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The World's Kitschiest Decor Company Keeps the All-American Garden Yeti Dream Alive

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When ubiquitous in-flight catalog SkyMall filed for bankruptcy last month, the response was dramatic. "It's the end of an era," declared Fast Company. "Goodbye, Garden Yeti," lamented NPR. Indeed, where else could you buy a screaming zombie statue for your garden, or a life-size King Tut cabinet for your bedroom? Or at least marvel at the fact that you can, and that a very strange publication carried by major U.S. airlines makes that possible.

Unless SkyMall finds a new buyer in March, the delightful reminder that such items exist won't be greeting air travelers anymore. But in case anyone is truly worried about a garden yeti extinction, here's the good news: many of Skymall's most iconic items all come from a single Illinois company, Design Toscano. And that company, a home and garden juggernaut 25 years in the making, is determined to offer everything-you-didn't-know-existed-but-would-kind-of-maybe-want for a long time to come.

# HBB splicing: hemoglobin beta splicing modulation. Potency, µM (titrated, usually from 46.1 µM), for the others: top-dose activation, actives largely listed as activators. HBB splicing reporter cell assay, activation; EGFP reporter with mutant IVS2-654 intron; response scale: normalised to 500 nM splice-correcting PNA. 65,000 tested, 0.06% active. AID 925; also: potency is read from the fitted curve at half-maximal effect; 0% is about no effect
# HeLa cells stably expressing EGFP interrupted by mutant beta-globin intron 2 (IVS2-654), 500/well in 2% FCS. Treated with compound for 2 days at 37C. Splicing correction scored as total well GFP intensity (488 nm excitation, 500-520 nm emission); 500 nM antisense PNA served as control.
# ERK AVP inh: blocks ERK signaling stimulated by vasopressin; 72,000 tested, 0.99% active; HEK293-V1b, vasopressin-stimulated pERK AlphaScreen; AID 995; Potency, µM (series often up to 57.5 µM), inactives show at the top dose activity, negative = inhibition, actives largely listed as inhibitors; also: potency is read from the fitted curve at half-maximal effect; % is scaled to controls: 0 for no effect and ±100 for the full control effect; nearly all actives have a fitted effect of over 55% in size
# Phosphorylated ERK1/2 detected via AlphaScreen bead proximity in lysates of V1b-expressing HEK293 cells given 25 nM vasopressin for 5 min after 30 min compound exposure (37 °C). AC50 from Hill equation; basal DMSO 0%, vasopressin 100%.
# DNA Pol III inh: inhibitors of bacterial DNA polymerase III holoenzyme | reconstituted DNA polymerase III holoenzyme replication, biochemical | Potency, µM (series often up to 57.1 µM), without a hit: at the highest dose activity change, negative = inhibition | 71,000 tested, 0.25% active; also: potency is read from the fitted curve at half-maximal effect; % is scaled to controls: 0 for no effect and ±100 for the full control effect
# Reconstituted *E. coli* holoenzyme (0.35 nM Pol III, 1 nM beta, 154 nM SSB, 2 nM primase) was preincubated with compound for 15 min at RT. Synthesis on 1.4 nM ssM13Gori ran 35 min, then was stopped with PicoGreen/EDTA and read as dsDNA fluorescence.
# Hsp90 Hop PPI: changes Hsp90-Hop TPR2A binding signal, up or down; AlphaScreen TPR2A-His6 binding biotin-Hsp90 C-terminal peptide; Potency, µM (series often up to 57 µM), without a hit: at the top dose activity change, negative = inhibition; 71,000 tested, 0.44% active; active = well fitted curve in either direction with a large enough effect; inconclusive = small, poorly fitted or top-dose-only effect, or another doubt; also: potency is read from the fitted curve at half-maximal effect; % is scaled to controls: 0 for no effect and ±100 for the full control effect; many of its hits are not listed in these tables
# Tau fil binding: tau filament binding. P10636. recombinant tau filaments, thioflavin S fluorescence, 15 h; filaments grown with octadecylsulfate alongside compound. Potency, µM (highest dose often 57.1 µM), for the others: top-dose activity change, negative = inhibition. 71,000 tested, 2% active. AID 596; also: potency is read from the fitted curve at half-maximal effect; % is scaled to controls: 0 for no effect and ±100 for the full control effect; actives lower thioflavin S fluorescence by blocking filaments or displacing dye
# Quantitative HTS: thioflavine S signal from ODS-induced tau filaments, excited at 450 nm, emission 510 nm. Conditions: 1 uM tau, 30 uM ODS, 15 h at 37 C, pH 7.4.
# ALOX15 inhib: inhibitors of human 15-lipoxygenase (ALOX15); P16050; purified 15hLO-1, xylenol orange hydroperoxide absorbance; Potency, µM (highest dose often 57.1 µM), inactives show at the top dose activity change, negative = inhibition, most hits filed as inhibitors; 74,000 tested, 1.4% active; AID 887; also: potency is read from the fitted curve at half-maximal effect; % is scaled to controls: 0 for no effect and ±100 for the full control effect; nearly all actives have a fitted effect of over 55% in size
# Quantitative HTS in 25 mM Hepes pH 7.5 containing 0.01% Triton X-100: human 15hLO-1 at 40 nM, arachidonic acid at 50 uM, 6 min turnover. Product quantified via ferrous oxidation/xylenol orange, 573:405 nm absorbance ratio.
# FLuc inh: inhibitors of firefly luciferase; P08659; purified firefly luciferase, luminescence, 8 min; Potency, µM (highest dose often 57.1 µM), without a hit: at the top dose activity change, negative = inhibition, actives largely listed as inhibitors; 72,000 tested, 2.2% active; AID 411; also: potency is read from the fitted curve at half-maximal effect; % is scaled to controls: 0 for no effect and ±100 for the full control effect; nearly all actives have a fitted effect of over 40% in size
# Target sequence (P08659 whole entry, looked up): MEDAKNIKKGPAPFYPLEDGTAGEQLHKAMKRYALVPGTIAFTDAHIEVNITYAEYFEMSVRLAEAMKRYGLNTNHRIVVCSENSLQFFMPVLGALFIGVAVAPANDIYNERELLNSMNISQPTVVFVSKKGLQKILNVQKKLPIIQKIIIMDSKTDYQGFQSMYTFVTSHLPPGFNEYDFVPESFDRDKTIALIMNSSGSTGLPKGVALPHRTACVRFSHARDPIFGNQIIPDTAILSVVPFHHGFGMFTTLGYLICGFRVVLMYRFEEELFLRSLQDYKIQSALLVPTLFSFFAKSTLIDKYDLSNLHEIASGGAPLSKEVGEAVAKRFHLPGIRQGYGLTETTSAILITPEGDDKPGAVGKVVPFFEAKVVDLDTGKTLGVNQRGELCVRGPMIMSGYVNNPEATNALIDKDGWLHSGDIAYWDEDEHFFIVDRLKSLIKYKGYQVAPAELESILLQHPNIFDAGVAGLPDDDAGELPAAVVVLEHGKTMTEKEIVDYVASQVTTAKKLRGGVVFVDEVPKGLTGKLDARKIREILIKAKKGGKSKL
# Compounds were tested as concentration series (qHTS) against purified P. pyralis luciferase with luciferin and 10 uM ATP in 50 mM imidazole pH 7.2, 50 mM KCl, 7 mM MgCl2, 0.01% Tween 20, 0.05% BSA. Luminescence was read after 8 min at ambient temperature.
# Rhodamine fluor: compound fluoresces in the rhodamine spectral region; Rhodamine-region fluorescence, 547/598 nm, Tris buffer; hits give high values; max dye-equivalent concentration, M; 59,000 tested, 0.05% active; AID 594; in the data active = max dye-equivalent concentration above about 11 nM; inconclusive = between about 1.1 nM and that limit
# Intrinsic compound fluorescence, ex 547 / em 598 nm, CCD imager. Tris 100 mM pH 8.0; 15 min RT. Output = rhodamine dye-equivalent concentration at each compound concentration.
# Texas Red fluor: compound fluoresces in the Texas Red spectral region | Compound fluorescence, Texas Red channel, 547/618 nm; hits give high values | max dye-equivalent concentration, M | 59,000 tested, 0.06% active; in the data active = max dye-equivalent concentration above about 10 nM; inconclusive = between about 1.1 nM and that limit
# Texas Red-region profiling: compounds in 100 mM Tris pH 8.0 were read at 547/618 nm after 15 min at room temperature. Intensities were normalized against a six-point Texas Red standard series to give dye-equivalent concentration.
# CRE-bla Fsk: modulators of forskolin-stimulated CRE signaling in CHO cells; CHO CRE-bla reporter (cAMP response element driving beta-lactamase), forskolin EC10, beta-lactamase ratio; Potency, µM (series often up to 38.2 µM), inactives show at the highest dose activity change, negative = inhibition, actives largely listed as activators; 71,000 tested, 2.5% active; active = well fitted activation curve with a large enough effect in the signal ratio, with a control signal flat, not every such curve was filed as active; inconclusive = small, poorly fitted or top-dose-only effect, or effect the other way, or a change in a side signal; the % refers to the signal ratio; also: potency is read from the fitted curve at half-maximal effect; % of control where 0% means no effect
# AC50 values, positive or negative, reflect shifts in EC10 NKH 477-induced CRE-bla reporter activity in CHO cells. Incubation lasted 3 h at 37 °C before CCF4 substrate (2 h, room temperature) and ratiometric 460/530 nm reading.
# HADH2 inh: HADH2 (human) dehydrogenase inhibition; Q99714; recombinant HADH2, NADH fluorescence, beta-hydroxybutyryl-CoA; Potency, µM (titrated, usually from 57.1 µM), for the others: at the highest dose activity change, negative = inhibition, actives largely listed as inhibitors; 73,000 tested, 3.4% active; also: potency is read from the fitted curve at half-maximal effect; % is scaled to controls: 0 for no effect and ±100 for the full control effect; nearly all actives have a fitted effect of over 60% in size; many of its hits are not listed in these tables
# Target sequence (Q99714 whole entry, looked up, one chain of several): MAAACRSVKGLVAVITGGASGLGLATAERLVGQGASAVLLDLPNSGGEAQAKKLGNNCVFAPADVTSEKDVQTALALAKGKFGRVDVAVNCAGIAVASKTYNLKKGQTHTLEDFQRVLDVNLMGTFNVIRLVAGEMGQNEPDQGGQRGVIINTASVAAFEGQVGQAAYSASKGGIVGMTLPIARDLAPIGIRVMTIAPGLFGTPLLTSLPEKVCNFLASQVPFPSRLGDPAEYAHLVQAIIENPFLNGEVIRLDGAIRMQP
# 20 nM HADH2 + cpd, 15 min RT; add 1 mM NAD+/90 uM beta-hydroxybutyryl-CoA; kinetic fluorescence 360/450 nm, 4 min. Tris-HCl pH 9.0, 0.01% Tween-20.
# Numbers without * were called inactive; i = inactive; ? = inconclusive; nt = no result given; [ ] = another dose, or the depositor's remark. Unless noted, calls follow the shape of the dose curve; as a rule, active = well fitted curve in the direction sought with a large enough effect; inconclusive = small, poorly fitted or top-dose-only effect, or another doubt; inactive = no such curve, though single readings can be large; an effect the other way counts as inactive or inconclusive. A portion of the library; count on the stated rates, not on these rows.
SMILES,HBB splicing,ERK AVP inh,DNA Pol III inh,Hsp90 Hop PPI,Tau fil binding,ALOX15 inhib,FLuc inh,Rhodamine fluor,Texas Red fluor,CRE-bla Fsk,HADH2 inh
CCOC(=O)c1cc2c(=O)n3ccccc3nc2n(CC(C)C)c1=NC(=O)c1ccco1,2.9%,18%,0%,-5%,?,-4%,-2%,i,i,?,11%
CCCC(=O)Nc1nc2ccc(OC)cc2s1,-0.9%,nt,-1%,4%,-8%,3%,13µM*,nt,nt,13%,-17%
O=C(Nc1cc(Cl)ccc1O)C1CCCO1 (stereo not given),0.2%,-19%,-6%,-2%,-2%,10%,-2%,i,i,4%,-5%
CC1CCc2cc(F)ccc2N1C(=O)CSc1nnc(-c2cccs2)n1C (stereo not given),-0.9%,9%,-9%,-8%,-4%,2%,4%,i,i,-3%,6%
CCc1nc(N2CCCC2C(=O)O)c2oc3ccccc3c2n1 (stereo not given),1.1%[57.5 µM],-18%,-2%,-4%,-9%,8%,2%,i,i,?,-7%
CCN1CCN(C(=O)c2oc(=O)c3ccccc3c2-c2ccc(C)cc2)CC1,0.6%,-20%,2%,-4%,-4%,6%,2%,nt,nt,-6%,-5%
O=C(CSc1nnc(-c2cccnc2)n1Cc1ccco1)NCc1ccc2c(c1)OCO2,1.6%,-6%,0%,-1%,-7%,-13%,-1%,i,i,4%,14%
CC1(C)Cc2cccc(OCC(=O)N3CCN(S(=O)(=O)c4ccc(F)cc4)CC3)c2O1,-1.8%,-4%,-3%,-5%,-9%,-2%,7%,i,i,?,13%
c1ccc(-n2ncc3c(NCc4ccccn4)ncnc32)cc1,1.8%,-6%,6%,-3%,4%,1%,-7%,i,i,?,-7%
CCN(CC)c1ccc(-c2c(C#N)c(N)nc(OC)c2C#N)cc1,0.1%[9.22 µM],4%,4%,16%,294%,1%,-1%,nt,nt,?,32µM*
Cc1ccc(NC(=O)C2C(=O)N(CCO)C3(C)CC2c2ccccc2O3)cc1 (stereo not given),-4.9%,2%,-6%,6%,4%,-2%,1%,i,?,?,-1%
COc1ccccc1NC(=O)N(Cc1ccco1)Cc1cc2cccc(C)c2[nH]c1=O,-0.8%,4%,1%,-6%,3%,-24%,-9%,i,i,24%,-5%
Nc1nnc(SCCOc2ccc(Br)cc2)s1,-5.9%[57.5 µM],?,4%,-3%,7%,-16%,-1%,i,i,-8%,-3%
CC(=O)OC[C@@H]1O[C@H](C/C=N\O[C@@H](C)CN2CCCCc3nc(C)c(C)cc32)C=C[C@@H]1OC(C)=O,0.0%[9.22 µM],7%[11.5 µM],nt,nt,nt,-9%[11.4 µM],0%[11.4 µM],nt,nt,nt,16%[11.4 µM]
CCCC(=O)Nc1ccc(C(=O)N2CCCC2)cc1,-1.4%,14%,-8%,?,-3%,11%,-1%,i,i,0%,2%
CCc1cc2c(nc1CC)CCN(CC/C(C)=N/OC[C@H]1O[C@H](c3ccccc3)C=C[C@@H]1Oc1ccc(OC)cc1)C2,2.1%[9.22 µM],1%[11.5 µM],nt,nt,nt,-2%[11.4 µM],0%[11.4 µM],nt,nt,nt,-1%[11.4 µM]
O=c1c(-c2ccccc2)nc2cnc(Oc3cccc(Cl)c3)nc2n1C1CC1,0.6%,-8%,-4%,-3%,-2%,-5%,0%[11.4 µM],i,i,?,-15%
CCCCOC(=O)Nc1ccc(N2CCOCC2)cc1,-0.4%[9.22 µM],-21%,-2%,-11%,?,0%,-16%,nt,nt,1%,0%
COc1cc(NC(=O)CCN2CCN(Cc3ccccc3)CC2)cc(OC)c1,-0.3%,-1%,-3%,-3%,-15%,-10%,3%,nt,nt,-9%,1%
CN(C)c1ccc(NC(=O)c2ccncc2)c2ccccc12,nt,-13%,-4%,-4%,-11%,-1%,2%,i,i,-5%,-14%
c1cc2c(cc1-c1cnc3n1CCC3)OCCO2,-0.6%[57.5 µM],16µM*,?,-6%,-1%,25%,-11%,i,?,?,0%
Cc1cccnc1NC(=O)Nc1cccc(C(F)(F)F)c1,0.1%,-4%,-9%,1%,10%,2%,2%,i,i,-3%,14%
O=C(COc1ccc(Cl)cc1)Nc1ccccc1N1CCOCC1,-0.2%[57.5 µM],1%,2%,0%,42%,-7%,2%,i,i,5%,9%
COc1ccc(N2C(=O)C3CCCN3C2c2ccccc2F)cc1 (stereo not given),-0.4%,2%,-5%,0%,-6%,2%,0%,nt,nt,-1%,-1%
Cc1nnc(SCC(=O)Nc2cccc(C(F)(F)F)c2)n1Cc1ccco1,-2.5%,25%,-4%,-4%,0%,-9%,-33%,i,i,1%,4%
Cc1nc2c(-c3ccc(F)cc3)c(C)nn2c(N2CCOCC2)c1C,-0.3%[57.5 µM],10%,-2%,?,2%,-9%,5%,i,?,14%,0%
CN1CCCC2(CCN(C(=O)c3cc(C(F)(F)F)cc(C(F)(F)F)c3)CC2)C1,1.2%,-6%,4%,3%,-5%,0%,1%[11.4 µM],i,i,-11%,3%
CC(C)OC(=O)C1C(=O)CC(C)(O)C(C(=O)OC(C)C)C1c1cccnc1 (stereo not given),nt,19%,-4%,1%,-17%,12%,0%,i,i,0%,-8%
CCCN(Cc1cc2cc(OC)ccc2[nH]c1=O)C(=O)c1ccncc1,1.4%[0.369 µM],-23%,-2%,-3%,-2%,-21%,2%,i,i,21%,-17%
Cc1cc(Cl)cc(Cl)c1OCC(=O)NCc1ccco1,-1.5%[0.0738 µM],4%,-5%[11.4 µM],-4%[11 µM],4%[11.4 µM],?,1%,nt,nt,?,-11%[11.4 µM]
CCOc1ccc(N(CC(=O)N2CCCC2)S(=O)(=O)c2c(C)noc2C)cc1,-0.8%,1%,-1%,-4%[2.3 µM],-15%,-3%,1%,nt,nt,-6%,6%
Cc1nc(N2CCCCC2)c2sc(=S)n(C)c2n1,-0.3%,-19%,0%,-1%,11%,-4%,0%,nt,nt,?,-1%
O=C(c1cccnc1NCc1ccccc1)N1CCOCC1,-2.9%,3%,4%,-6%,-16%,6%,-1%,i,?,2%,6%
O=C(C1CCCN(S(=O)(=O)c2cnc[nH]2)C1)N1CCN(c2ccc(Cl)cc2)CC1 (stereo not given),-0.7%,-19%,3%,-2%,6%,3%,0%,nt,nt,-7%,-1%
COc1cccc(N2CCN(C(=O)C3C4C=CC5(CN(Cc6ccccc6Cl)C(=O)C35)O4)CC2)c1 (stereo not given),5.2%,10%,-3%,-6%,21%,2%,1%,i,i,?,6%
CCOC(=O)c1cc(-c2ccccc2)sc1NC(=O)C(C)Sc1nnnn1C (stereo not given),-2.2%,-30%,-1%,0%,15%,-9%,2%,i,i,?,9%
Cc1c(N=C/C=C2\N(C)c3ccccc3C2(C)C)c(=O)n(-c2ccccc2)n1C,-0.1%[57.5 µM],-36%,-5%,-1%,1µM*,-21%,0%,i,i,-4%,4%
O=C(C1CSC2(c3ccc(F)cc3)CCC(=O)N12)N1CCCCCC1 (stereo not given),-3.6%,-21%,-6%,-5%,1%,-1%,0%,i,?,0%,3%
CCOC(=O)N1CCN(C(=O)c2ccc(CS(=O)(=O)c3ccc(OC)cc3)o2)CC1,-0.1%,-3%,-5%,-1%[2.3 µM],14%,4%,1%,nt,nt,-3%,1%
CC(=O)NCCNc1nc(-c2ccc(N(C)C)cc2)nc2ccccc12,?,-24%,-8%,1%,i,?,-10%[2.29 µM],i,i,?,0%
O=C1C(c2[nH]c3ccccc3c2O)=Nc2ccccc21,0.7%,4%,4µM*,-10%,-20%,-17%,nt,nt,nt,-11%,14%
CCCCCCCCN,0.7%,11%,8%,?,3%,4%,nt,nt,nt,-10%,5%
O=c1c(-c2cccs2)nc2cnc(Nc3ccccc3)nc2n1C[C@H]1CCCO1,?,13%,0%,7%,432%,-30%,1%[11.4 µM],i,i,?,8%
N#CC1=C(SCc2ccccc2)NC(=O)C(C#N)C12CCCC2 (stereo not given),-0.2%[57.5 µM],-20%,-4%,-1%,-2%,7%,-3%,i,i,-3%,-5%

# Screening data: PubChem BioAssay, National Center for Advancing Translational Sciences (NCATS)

Here's Design Toscano in a snapshot: the company sells over 6,000 products, spanning the categories of garden items (e.g. vampire and fairy statues), "tongue-in-cheek" novelty gifts (e.g. an armadillo beer holder or knight toilet paper holder), and "serious" furniture based off historical pieces (commonly carved furniture from across Europe). Its products can be seen in movies like Night at the Museum, TV shows like Sleepy Hollow and Blue Bloods, Caesars Palace in Las Vegas, and, in the case of the giant garden yeti, the main lobby of Amazon's headquarters in Seattle (and possibly somewhere in Matt LeBlanc's house). That's now—but how did Design Toscano corner this niche-seeming market of outlandish kitsch in the first place?